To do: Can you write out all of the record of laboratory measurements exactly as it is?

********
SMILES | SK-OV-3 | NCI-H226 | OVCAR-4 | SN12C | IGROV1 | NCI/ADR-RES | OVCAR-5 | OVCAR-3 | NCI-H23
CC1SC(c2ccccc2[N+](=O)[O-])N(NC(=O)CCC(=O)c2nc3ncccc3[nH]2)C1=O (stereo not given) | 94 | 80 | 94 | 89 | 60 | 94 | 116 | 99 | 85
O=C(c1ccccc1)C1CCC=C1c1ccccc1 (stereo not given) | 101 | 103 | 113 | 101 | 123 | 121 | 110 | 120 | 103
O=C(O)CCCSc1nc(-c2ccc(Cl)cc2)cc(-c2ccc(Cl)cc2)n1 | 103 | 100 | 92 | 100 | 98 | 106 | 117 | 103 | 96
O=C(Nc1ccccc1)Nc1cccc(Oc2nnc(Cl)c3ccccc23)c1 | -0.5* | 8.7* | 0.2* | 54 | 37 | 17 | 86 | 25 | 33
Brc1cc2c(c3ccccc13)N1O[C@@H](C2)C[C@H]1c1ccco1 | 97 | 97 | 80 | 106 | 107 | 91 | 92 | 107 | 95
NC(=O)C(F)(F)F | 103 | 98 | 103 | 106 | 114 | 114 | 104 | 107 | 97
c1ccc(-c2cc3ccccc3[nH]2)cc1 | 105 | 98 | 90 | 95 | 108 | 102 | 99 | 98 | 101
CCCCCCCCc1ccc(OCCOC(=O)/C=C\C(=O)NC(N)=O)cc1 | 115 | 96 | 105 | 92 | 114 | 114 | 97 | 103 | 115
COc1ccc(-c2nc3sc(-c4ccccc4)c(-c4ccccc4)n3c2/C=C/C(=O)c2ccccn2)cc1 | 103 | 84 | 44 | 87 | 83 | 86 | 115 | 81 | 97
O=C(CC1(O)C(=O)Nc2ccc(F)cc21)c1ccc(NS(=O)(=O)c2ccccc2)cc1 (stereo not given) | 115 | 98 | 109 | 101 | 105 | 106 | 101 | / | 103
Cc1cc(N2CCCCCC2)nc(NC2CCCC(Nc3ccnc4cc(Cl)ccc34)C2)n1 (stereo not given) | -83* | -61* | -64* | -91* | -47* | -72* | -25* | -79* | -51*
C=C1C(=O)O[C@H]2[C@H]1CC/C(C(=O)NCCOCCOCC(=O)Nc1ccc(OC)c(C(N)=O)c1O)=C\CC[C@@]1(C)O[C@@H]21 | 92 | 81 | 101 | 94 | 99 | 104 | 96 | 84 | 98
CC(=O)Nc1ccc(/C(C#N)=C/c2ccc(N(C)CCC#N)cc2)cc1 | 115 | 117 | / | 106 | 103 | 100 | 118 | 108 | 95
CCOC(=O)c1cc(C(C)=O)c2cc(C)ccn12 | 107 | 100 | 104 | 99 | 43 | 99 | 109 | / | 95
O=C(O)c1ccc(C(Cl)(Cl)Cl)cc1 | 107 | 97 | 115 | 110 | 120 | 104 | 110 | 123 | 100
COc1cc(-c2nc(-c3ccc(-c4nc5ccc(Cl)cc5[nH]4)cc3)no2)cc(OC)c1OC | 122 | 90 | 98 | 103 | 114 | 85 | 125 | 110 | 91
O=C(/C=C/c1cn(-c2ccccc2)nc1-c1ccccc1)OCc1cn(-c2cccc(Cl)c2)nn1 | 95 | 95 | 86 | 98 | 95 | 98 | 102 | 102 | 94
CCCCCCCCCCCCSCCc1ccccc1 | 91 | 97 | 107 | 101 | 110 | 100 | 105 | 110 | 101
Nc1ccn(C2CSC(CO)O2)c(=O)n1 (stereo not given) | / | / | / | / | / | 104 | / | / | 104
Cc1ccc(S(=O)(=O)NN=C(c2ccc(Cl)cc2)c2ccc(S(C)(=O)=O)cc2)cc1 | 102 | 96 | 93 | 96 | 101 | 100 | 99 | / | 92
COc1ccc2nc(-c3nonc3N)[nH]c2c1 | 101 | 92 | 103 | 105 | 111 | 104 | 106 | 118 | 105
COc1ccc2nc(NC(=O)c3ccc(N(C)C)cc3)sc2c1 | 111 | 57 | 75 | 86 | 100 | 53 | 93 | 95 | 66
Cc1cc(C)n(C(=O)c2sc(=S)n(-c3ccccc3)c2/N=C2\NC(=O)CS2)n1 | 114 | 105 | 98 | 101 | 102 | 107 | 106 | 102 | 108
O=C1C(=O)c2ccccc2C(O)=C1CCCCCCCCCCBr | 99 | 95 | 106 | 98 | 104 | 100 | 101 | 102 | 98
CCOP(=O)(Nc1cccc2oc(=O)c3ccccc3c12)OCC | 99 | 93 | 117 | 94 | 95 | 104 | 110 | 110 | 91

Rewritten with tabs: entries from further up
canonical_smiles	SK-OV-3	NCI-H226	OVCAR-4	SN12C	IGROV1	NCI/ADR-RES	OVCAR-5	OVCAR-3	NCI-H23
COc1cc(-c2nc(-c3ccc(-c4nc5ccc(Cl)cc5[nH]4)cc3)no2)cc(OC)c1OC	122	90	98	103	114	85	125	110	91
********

SMILES | SK-OV-3 | NCI-H226 | OVCAR-4 | SN12C | IGROV1 | NCI/ADR-RES | OVCAR-5 | OVCAR-3 | NCI-H23
CC1SC(c2ccccc2[N+](=O)[O-])N(NC(=O)CCC(=O)c2nc3ncccc3[nH]2)C1=O (stereo not given) | 94 | 80 | 94 | 89 | 60 | 94 | 116 | 99 | 85
O=C(c1ccccc1)C1CCC=C1c1ccccc1 (stereo not given) | 101 | 103 | 113 | 101 | 123 | 121 | 110 | 120 | 103
O=C(O)CCCSc1nc(-c2ccc(Cl)cc2)cc(-c2ccc(Cl)cc2)n1 | 103 | 100 | 92 | 100 | 98 | 106 | 117 | 103 | 96
O=C(Nc1ccccc1)Nc1cccc(Oc2nnc(Cl)c3ccccc23)c1 | -0.5* | 8.7* | 0.2* | 54 | 37 | 17 | 86 | 25 | 33
Brc1cc2c(c3ccccc13)N1O[C@@H](C2)C[C@H]1c1ccco1 | 97 | 97 | 80 | 106 | 107 | 91 | 92 | 107 | 95
NC(=O)C(F)(F)F | 103 | 98 | 103 | 106 | 114 | 114 | 104 | 107 | 97
c1ccc(-c2cc3ccccc3[nH]2)cc1 | 105 | 98 | 90 | 95 | 108 | 102 | 99 | 98 | 101
CCCCCCCCc1ccc(OCCOC(=O)/C=C\C(=O)NC(N)=O)cc1 | 115 | 96 | 105 | 92 | 114 | 114 | 97 | 103 | 115
COc1ccc(-c2nc3sc(-c4ccccc4)c(-c4ccccc4)n3c2/C=C/C(=O)c2ccccn2)cc1 | 103 | 84 | 44 | 87 | 83 | 86 | 115 | 81 | 97
O=C(CC1(O)C(=O)Nc2ccc(F)cc21)c1ccc(NS(=O)(=O)c2ccccc2)cc1 (stereo not given) | 115 | 98 | 109 | 101 | 105 | 106 | 101 | / | 103
Cc1cc(N2CCCCCC2)nc(NC2CCCC(Nc3ccnc4cc(Cl)ccc34)C2)n1 (stereo not given) | -83* | -61* | -64* | -91* | -47* | -72* | -25* | -79* | -51*
C=C1C(=O)O[C@H]2[C@H]1CC/C(C(=O)NCCOCCOCC(=O)Nc1ccc(OC)c(C(N)=O)c1O)=C\CC[C@@]1(C)O[C@@H]21 | 92 | 81 | 101 | 94 | 99 | 104 | 96 | 84 | 98
CC(=O)Nc1ccc(/C(C#N)=C/c2ccc(N(C)CCC#N)cc2)cc1 | 115 | 117 | / | 106 | 103 | 100 | 118 | 108 | 95
CCOC(=O)c1cc(C(C)=O)c2cc(C)ccn12 | 107 | 100 | 104 | 99 | 43 | 99 | 109 | / | 95
O=C(O)c1ccc(C(Cl)(Cl)Cl)cc1 | 107 | 97 | 115 | 110 | 120 | 104 | 110 | 123 | 100
COc1cc(-c2nc(-c3ccc(-c4nc5ccc(Cl)cc5[nH]4)cc3)no2)cc(OC)c1OC | 122 | 90 | 98 | 103 | 114 | 85 | 125 | 110 | 91
O=C(/C=C/c1cn(-c2ccccc2)nc1-c1ccccc1)OCc1cn(-c2cccc(Cl)c2)nn1 | 95 | 95 | 86 | 98 | 95 | 98 | 102 | 102 | 94
CCCCCCCCCCCCSCCc1ccccc1 | 91 | 97 | 107 | 101 | 110 | 100 | 105 | 110 | 101
Nc1ccn(C2CSC(CO)O2)c(=O)n1 (stereo not given) | / | / | / | / | / | 104 | / | / | 104
Cc1ccc(S(=O)(=O)NN=C(c2ccc(Cl)cc2)c2ccc(S(C)(=O)=O)cc2)cc1 | 102 | 96 | 93 | 96 | 101 | 100 | 99 | / | 92
COc1ccc2nc(-c3nonc3N)[nH]c2c1 | 101 | 92 | 103 | 105 | 111 | 104 | 106 | 118 | 105
COc1ccc2nc(NC(=O)c3ccc(N(C)C)cc3)sc2c1 | 111 | 57 | 75 | 86 | 100 | 53 | 93 | 95 | 66
Cc1cc(C)n(C(=O)c2sc(=S)n(-c3ccccc3)c2/N=C2\NC(=O)CS2)n1 | 114 | 105 | 98 | 101 | 102 | 107 | 106 | 102 | 108
O=C1C(=O)c2ccccc2C(O)=C1CCCCCCCCCCBr | 99 | 95 | 106 | 98 | 104 | 100 | 101 | 102 | 98
CCOP(=O)(Nc1cccc2oc(=O)c3ccccc3c12)OCC | 99 | 93 | 117 | 94 | 95 | 104 | 110 | 110 | 91

Rewritten with tabs: entries from further up
canonical_smiles	SK-OV-3	NCI-H226	OVCAR-4	SN12C	IGROV1	NCI/ADR-RES	OVCAR-5	OVCAR-3	NCI-H23
COc1cc(-c2nc(-c3ccc(-c4nc5ccc(Cl)cc5[nH]4)cc3)no2)cc(OC)c1OC	122	90	98	103	114	85	125	110	91